What to practice?

Getting into a practice routine is not an easy thing, especially if you are a beginner when most of the time you do not know where to go or what to practice among all the available and existing content in books, on CDs, DVDs and the Internet.

Have you ever felt that you have been stuck in the same place for a long time? Like when you feel that your playing sucks, no creativity is flowing, you play the same piano licks all the time and sometimes you don’t even feel like playing the piano anymore? I have, and it sucks badly; however I discovered myself that getting into a new practice routine can be all it takes to get out of that “black hole”. Getting into a routine will kill all those concerns and bad feelings about your playing and it will make you improve a lot, you will be hippier, sorry, Happier!

I am not gonna talk about how to get a routine, if you need some help with that, you should check out this Rocket Piano Blog post.

What I’m wanting to talk to you about is what to practice. In other words, asking yourself where your playing is at? What does your playing need? What do you want to learn? Do you think you need to focus on your playing technique, speed, or maybe introduce a new groove.

There is no one better than yourself to know where your playing is at and then find out what you need to work on.

Finding out what your playing and soul needs.
Play your piano for a while, as you normally would or listen to some music you are currently into, get a feel for it and see if there is something you would like to learn from it, something new that you want to be able to play, something that inspires you or something that gives you shivers.

Something that I found really good to include in your “what to practice” is basically one or two warm up exercises. I have found this to be an important part of any practice session. Scales and arpeggios are good for building speed, but remember to start at a slow tempo and gradually increase the speed… this of course involves the use of a metronome.

And of course, there is one last resource on what to practice which is probably the most common – learning to play songs. Songs that you like, songs that everytime you listen to you say, Man, I wish I could play that! Those types of songs are what you need to get into.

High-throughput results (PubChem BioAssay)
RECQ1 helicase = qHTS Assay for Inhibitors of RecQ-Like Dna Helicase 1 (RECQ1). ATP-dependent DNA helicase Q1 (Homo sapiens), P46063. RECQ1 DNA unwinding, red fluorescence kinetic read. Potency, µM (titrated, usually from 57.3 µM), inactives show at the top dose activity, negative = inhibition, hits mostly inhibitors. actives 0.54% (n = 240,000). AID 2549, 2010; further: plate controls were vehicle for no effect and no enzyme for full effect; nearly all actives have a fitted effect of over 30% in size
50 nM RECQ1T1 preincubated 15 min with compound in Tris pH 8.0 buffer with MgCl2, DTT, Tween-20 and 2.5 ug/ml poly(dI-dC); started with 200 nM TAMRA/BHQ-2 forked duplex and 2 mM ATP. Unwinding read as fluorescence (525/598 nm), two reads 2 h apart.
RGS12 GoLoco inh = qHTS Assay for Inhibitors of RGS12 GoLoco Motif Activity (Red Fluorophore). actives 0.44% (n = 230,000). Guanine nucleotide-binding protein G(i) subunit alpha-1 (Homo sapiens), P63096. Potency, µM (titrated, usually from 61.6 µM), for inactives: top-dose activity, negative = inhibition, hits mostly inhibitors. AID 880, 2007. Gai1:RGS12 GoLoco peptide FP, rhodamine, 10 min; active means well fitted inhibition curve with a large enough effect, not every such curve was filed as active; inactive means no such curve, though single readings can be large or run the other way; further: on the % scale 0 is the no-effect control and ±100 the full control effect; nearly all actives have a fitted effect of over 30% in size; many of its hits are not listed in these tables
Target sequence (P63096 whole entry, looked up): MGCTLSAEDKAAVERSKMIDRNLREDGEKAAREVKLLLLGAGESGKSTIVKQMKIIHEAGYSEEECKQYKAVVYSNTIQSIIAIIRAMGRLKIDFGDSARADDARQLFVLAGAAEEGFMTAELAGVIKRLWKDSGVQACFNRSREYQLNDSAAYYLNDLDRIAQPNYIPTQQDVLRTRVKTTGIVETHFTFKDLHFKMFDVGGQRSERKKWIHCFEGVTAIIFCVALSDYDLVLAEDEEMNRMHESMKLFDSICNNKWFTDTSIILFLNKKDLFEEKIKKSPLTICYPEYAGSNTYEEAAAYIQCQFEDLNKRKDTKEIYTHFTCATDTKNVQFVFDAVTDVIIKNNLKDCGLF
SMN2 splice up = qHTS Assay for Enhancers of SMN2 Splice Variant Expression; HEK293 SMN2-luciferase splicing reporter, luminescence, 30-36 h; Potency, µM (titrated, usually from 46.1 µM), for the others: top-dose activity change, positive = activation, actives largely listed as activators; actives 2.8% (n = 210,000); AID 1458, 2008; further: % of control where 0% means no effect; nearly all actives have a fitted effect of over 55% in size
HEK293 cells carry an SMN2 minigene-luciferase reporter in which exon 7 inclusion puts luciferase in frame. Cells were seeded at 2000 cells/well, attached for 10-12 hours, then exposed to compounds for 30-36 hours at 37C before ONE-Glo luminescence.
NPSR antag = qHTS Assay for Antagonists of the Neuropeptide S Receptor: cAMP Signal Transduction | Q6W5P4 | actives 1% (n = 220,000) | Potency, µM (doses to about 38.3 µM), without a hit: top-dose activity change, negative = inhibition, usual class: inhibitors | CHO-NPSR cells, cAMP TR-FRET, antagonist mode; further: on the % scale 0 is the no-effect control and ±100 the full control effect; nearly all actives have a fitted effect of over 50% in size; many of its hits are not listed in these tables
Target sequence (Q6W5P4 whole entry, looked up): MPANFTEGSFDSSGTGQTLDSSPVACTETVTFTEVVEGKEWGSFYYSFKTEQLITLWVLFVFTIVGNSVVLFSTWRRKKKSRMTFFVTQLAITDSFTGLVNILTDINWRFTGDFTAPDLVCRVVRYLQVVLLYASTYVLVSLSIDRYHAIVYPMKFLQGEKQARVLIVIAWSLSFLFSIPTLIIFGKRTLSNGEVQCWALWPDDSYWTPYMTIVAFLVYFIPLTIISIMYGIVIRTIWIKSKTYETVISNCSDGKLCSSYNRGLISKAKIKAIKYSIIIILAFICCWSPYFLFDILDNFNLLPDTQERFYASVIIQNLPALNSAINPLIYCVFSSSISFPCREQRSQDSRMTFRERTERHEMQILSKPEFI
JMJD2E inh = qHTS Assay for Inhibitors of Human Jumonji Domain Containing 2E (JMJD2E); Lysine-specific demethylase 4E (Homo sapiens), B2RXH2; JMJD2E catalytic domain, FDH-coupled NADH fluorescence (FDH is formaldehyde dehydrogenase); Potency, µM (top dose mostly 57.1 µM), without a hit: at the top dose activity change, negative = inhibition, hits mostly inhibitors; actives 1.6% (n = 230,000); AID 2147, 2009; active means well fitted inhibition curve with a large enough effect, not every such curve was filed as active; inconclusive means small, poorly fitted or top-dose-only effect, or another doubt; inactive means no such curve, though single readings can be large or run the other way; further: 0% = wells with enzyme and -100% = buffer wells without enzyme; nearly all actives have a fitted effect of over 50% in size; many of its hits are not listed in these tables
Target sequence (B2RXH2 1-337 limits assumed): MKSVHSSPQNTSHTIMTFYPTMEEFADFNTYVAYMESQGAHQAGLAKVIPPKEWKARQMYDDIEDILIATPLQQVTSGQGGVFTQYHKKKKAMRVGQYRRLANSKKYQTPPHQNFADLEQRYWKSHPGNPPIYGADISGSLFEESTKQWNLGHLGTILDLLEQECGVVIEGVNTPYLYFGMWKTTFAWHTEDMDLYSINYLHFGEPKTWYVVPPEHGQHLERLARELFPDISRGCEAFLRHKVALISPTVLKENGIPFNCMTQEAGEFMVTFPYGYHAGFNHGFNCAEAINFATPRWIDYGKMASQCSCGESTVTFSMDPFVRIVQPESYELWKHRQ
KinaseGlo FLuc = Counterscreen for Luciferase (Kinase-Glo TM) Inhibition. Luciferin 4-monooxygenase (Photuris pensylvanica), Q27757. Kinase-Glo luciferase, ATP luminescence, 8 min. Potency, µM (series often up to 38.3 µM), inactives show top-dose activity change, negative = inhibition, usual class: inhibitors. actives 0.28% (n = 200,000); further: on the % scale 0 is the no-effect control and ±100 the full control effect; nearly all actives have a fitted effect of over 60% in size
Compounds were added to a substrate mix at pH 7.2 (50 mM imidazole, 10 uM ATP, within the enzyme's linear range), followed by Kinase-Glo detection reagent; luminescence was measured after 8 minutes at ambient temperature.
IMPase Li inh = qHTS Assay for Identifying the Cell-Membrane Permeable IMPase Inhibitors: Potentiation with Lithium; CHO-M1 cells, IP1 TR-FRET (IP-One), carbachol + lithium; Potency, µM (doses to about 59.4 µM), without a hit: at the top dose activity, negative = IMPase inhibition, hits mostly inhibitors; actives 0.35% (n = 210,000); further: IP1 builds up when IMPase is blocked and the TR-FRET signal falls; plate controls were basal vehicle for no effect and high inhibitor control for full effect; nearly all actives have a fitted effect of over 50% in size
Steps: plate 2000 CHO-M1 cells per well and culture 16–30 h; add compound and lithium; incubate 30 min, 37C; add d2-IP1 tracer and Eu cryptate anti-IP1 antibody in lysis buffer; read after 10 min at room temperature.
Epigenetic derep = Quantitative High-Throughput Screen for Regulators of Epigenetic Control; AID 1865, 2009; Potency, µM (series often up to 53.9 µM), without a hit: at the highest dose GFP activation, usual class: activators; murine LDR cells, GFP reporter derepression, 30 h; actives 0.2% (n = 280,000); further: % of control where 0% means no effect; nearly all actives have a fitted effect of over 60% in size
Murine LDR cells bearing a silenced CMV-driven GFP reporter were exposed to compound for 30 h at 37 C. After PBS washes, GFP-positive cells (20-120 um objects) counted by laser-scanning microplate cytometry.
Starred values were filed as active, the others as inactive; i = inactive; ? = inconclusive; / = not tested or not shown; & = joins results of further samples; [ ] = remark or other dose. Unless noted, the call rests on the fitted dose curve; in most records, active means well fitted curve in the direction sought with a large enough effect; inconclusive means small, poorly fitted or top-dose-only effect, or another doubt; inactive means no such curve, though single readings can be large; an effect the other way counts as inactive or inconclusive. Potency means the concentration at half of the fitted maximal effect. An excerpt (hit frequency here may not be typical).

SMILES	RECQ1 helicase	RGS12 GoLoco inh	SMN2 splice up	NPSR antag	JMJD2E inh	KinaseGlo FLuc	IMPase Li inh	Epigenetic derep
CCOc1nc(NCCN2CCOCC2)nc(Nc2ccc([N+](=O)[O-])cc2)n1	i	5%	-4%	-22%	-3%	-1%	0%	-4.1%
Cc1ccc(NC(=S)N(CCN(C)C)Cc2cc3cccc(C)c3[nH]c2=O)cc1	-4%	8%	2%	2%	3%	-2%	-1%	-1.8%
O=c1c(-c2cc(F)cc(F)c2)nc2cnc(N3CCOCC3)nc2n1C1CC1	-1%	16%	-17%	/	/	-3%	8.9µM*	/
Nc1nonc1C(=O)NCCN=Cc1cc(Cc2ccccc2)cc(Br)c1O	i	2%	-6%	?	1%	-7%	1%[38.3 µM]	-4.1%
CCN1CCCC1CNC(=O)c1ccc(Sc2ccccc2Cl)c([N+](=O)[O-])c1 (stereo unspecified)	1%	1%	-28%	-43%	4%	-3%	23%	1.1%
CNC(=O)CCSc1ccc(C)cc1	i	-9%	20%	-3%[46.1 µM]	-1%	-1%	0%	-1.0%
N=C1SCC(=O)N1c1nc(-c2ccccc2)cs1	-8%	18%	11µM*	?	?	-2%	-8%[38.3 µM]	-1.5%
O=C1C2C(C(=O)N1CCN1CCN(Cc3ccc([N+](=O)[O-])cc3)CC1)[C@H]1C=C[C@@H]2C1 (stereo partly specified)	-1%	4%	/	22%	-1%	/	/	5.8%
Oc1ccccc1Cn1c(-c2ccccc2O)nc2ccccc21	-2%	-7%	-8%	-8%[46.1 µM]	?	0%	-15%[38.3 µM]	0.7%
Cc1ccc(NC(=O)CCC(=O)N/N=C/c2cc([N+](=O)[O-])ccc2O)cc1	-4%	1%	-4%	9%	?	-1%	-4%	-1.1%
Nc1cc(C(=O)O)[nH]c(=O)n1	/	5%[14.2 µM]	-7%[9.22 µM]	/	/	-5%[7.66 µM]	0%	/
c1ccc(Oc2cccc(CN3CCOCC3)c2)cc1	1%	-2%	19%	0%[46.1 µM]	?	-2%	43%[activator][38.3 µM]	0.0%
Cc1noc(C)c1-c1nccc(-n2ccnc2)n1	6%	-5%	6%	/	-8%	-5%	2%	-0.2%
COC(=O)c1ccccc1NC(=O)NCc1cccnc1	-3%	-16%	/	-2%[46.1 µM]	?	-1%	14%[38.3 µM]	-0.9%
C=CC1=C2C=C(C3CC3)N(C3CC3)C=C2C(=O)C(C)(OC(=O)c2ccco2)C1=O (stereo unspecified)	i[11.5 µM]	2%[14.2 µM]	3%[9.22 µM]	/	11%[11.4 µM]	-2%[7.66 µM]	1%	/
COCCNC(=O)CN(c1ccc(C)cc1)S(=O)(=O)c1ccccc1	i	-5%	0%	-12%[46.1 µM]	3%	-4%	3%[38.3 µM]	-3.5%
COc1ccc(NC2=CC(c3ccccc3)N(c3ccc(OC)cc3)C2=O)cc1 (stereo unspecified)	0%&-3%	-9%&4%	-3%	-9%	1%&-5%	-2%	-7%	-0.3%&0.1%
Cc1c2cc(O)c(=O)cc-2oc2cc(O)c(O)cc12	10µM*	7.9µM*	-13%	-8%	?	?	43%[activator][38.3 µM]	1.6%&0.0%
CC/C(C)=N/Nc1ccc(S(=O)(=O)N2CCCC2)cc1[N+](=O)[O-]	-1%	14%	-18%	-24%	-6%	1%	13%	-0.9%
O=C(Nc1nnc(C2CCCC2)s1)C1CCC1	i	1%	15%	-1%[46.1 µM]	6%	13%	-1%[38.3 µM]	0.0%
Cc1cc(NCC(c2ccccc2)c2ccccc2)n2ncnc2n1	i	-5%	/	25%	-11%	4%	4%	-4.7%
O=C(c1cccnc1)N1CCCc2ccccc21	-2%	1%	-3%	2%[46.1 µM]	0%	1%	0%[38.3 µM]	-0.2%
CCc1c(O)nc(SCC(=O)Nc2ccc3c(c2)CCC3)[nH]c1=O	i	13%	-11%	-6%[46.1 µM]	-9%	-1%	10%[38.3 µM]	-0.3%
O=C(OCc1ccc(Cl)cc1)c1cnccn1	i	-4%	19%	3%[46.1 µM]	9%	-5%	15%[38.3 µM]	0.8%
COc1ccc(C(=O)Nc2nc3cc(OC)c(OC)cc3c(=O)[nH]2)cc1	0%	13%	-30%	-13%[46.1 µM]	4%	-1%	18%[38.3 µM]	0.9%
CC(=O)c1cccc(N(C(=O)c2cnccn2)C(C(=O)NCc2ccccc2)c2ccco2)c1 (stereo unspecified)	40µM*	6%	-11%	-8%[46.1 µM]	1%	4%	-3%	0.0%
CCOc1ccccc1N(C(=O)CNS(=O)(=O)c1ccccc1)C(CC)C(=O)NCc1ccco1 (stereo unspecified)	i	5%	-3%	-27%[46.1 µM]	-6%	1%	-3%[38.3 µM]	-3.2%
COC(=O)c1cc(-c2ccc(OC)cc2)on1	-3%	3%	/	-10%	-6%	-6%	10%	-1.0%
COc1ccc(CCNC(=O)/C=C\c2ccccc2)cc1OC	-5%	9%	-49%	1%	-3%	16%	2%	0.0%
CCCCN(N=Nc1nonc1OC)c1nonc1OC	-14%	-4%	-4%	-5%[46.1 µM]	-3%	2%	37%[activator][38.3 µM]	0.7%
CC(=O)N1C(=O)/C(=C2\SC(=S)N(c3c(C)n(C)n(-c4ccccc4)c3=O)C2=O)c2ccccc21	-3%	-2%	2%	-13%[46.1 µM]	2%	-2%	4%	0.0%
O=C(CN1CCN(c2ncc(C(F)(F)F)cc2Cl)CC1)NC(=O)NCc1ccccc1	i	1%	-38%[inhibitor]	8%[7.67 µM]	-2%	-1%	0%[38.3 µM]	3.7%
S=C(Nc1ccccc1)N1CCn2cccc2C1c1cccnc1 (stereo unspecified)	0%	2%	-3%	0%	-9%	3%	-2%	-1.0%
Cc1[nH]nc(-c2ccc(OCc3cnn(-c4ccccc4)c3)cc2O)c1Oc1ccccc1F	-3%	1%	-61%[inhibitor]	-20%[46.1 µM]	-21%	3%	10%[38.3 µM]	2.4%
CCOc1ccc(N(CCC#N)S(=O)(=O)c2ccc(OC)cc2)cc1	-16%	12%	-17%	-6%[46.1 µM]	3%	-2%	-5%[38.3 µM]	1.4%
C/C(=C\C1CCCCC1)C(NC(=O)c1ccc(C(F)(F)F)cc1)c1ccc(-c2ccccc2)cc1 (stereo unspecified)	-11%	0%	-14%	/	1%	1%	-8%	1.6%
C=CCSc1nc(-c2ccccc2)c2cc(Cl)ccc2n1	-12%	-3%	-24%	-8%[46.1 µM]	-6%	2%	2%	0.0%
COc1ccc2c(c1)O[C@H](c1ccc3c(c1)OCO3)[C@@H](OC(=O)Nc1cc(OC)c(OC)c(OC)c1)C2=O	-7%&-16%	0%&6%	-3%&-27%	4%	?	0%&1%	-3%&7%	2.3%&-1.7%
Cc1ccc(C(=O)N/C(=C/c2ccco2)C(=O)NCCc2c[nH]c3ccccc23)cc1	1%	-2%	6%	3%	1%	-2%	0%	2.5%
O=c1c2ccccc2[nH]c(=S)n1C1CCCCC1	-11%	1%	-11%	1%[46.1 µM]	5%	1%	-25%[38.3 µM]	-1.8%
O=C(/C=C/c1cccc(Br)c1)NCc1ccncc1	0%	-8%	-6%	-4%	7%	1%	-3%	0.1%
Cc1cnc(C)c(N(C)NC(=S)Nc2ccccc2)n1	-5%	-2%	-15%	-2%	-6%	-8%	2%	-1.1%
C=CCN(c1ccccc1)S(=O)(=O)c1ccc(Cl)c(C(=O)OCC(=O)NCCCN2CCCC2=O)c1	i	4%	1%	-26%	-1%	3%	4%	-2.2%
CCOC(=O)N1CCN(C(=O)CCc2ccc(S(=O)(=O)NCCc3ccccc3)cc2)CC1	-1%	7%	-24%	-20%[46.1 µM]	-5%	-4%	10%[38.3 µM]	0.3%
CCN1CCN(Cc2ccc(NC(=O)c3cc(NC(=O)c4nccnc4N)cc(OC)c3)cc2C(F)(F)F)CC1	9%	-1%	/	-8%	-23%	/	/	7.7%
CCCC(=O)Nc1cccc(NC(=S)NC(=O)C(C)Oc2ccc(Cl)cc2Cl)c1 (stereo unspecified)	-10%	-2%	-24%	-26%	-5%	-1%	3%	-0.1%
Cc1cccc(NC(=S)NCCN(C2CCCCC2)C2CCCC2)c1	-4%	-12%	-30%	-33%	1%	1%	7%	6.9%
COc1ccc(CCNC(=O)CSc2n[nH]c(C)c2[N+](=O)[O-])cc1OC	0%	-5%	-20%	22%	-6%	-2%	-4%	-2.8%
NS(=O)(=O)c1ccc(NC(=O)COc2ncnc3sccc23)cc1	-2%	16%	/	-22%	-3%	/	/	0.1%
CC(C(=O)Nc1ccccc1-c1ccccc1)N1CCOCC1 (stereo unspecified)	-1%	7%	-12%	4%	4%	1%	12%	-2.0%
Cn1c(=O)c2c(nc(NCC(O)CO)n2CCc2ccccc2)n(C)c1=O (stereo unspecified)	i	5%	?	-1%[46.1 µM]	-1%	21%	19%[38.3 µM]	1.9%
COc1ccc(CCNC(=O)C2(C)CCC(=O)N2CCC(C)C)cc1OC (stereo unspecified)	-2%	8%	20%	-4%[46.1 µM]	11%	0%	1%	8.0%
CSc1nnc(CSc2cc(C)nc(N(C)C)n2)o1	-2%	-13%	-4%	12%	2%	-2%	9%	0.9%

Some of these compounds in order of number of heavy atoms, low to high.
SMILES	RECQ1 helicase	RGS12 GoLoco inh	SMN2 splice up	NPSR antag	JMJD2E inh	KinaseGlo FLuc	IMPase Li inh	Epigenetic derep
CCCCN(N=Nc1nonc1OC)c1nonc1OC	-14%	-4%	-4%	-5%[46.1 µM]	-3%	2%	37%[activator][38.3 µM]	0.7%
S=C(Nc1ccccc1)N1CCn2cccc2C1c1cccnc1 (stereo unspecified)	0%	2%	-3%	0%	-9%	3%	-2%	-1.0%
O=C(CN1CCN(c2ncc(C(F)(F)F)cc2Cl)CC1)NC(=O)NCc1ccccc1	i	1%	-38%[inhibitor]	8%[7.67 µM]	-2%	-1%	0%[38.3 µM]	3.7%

I would love to hear what your practice routine looks like, what you start with, how long you spend warming up and how often you practice. Share your training regime with us and with other Rocket Piano users who might need some extra help getting started.

Finding songs to learn

I would say that 95% of people who start learning to play an instrument do so because they wanna learn to play their favorite songs. In fact, most of the time, music theory and technique does not exist in the beginners students mind, they only want to learn to play songs, that’s it!

On the other hand, learning to play songs does break the routine of learning theory and practice exercises. Learning to play songs you like is motivating and also fun, although it could also be very frustrating if you choose a song that involves lots of technique or difficult chords that you’re yet to learn.

So the question here is how can you find songs to learn?

First, you need to decide what type of music are you looking for. This is a huge task as there are many music styles available for us and getting music sheets from artists you don’t even know can be a bit expensive.

So ask yourself: What artists or music styles do I like? Am I wanting to pay money to learn to play the songs? Am I ready to jump in and start learning to play songs? If you have these answers then let’s make the next move.

Where to go to find the song lessons? Getting a private tutor to teach them to you? No way, that could be too expensive… besides that, a tutor would be great to teach you technique and tricks, not song lessons. The INTERNET is the answer!

Have you searched for music sheet web sites or song lessons on the Internet? There are heaps of great options out there. One site that is excellent for trying out new composers or classical pieces is Sheet Music Archive – It is excellent as it has a comprehensive database of all major composers. This site contains enough music to keep you playing piano for your entire life.

And if you are into more contemporary music this one is a pretty good option. You can download the lessons and print them and it also has a very complete sheet music library.

If you are looking for a more modern option, one-on-one video song lessons could be the way to go. You should definitely check out our friends from Songpond – they have around 50 video song lessons available with great audio and video quality.

And of course, the king video on the web, Youtube, where not everything is good but you do find some really high quality players and tutorials.

Let us know what style of music you like more. What songs you would like to learn. We would love to know more about you.

Good luck with your lessons!